Insufficient enzymes …
Bloating, flatulence and other gut symptoms can also be caused by a lack of enzymes that are needed to break down foods. We need the enzyme amylase to break down carbohydrates, pepsin to break down proteins and lipase to break down fats. If we don’t have enough of these enzymes, the food is not properly broken down. This can lead to fermentation of the undigested food and a build up of toxins which can wreak havoc on our body by causing inflammation and damaging body tissues. Common symptoms of a lack of enzymes are bloating, flatulence and either constipation or diarrhoea.
The most commonly known problem due to enzyme deficiency is lactose intolerance. Our body needs the enzyme lactase in order to break down the lactose in dairy products and the activity of this enzyme is often reduced after weaning which is why so many people have digestive disturbances after drinking milk or eating dairy products.
Another major contributor to dysbiosis is poor diet. The good bacteria feed on fibre and the bad guys love the sugar and carbohydrates. So diets low in fibre and high in sugar and refined carbohydrates encourage the bad bacteria to take over.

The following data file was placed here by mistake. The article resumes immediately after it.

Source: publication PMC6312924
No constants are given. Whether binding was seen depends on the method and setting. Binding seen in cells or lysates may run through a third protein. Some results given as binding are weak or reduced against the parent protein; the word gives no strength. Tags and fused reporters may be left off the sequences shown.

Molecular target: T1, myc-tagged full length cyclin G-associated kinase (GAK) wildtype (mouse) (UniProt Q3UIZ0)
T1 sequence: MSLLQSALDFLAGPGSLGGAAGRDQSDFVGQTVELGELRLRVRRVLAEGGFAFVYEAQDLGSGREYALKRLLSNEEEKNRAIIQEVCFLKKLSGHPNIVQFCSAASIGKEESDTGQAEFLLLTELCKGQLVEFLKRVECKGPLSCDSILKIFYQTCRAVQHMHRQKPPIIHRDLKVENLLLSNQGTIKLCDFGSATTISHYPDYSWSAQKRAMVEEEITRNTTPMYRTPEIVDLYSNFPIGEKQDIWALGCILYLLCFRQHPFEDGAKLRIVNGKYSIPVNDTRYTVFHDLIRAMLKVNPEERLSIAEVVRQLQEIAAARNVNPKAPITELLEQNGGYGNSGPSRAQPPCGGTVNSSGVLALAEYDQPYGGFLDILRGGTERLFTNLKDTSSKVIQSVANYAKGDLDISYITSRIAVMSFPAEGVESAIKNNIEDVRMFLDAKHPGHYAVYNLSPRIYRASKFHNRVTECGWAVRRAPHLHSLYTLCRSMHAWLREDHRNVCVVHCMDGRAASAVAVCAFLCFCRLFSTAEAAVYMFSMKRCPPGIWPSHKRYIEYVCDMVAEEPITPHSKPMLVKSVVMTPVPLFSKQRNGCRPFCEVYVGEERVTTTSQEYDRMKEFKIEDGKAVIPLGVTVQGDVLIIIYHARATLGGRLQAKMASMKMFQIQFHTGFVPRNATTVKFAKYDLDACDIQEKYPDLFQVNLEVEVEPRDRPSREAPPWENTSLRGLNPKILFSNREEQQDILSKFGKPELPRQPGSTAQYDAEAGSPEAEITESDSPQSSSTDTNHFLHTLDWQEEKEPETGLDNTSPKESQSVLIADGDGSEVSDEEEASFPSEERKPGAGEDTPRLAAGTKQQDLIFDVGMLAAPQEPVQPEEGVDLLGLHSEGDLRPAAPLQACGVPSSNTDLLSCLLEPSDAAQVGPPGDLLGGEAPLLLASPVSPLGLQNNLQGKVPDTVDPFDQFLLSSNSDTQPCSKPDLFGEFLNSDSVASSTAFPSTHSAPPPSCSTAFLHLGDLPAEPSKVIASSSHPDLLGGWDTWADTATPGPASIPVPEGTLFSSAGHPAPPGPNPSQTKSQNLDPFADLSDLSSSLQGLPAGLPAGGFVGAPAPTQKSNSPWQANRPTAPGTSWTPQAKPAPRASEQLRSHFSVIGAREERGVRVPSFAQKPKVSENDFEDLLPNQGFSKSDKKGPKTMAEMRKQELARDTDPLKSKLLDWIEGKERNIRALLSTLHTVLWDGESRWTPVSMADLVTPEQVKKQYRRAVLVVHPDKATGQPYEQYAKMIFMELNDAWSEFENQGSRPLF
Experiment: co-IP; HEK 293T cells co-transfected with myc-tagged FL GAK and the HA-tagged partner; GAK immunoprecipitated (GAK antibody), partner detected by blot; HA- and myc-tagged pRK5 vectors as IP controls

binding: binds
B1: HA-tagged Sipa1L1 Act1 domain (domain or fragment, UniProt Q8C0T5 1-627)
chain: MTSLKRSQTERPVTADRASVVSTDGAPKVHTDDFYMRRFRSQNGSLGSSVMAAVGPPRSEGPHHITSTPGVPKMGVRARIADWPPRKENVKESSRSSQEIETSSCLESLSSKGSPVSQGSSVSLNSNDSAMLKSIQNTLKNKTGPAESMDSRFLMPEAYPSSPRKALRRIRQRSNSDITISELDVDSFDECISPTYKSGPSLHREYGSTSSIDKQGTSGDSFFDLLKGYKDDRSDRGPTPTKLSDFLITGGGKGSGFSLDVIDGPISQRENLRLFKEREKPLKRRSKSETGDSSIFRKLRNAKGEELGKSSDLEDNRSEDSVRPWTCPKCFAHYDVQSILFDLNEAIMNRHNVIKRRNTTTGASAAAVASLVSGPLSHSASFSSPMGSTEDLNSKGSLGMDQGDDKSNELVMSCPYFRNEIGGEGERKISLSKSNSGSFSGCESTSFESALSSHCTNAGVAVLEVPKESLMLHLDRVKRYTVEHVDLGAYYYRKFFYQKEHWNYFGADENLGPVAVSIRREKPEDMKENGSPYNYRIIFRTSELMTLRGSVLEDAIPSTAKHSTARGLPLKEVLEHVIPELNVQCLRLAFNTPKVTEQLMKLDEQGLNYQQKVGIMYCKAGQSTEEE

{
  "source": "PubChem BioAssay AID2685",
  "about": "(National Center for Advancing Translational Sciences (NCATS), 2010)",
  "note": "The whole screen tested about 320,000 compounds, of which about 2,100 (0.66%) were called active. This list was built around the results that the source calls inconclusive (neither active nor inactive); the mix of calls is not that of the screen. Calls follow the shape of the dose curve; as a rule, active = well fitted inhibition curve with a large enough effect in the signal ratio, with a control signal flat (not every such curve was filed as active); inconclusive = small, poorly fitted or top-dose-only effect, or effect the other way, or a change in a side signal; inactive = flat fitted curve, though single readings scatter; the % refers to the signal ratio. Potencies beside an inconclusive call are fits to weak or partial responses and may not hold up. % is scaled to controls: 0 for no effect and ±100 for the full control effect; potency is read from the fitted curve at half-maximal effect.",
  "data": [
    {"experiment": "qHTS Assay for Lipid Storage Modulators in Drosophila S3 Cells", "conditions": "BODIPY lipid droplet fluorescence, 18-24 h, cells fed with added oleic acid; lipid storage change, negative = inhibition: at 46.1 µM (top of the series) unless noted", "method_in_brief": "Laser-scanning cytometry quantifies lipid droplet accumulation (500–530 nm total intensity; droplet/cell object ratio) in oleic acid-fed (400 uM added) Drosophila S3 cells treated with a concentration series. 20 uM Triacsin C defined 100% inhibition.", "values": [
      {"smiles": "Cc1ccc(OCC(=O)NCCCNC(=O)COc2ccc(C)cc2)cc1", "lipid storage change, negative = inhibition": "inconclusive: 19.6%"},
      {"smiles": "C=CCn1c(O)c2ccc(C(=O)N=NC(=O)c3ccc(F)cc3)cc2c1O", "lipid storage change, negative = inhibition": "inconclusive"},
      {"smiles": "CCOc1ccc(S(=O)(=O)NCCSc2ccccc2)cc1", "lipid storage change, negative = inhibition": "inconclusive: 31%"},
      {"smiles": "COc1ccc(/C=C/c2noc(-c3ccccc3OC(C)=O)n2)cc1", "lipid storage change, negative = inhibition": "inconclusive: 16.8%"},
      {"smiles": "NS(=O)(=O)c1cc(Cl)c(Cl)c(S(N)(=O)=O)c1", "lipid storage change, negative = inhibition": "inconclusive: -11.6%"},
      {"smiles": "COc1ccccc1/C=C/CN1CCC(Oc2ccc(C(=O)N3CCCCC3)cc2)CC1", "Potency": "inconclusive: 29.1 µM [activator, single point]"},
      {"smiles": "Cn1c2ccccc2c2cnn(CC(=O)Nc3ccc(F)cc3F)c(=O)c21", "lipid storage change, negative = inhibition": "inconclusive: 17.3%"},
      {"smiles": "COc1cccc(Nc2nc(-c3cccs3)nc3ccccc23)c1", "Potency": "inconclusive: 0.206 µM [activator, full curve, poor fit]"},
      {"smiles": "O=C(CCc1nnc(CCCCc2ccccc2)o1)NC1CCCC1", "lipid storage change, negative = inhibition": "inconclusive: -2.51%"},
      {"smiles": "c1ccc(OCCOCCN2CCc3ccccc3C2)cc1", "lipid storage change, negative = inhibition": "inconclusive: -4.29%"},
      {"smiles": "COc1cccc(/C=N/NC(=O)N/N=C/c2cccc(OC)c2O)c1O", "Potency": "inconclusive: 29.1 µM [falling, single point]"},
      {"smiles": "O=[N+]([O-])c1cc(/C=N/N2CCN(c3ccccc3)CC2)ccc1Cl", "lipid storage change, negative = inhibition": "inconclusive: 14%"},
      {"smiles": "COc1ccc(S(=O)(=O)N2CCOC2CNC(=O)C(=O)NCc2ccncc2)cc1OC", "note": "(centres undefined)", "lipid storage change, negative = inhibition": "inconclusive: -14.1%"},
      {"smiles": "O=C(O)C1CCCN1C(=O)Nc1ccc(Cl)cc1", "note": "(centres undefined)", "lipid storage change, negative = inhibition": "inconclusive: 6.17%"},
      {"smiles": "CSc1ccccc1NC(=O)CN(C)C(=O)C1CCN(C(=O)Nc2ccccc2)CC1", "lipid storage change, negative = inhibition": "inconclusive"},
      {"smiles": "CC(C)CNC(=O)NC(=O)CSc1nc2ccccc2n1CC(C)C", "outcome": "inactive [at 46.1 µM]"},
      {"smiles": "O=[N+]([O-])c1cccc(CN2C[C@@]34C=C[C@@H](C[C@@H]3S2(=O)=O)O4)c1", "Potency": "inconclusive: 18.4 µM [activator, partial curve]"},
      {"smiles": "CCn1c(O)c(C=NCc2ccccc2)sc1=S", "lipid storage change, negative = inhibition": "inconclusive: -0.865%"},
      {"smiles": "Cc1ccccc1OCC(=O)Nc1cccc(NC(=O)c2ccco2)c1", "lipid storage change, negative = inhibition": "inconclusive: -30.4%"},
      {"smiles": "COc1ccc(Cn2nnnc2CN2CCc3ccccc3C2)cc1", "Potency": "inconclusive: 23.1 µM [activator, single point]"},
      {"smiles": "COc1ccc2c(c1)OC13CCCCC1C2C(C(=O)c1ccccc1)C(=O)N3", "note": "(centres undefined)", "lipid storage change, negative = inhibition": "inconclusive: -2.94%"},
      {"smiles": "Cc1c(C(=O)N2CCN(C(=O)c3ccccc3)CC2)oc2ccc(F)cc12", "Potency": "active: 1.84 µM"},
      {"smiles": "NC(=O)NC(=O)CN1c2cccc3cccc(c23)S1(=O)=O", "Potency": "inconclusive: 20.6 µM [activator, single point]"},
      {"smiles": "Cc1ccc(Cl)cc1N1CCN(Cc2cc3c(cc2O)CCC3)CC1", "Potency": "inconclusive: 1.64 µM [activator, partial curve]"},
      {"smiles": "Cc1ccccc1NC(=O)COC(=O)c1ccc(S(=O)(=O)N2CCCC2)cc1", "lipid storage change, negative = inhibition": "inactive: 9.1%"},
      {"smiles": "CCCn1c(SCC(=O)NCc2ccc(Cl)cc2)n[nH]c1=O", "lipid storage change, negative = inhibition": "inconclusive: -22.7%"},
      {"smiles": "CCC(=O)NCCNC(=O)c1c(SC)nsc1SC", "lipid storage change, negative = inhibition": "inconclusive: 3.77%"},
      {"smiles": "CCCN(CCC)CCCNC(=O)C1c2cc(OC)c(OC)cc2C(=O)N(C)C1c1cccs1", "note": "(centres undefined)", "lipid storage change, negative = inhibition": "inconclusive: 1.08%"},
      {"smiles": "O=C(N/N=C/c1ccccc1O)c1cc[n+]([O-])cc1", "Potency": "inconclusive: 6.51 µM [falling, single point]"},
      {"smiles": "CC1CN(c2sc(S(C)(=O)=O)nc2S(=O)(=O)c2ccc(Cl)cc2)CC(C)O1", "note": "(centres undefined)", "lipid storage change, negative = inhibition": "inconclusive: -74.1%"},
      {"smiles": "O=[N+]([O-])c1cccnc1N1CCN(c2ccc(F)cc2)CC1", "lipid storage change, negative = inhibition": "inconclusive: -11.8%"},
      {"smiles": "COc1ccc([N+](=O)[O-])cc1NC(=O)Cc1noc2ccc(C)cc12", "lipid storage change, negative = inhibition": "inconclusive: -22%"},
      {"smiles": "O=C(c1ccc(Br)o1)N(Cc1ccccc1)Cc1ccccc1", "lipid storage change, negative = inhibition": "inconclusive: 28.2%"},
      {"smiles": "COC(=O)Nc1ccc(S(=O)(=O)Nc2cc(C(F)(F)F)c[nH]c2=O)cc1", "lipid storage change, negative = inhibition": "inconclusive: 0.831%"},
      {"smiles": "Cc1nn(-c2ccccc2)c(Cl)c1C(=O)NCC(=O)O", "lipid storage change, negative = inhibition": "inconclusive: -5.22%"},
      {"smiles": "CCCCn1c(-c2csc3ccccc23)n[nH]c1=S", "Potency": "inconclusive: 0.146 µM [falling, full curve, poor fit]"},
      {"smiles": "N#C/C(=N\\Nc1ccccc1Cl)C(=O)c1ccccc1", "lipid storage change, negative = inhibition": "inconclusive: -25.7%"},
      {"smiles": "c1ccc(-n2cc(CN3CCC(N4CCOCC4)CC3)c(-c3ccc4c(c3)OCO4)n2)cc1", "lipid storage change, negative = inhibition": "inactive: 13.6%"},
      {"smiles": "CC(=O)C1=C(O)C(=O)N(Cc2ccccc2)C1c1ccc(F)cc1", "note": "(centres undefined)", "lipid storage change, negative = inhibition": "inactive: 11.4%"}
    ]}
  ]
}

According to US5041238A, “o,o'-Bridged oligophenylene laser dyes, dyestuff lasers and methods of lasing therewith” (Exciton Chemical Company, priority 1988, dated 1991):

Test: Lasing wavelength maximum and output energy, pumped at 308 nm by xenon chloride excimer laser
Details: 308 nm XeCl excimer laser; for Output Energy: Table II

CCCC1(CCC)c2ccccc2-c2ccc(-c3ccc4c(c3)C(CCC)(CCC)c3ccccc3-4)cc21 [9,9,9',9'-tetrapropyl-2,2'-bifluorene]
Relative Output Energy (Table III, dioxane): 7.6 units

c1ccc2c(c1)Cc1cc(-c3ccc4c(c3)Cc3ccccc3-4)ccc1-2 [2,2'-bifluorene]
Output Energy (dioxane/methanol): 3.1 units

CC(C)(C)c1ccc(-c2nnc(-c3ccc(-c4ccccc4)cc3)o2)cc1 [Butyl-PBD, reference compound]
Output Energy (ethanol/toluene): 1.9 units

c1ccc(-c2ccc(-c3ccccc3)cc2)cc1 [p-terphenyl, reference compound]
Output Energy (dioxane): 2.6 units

When people are stressed, the body releases the hormones cortisol and adrenaline. These hormones divert blood from the digestive system to the limbs – to allow us to run from imminent danger. This in effect “shuts down” the digestive processes. We don’t need our digestive system to run away from danger, so it is classed as a non imperative function during stress. We are designed to cope well with short bursts of stress, but prolonged stress means that the digestive system is continually being compromised, leading to malabsorption of nutrients, fermentation of food that is not broken down properly, and the accompanying inflammation, dysbiosis and toxic build up.
Antibiotics can save lives, there is no disputing that. But the continued use of antibiotics for conditions that are not life threatening is wreaking havoc on our digestive system. Antibiotics are not specific about which bacteria they destroy. They kill the good guys and well as the bad ones. When this happens, the bad bacteria get a chance to take over – and take over they do! It is essential after a course of antibiotics to take a course of probiotics to help replenish the good bacteria that has been destroyed by the antibiotics.
Many other not so obvious symptoms …
The most obvious symptoms of digestive problems are bloating, flatulence, reflux, heartburn, constipation or diarrhoea. But there are many other symptoms that can occur if your digestive system is out of balance that are not as obvious. Symptoms such as
- Skin rashes
- Eczema or dermatitis
- Allergies and intolerances
- Autoimmune conditions
- Behavioural problems in children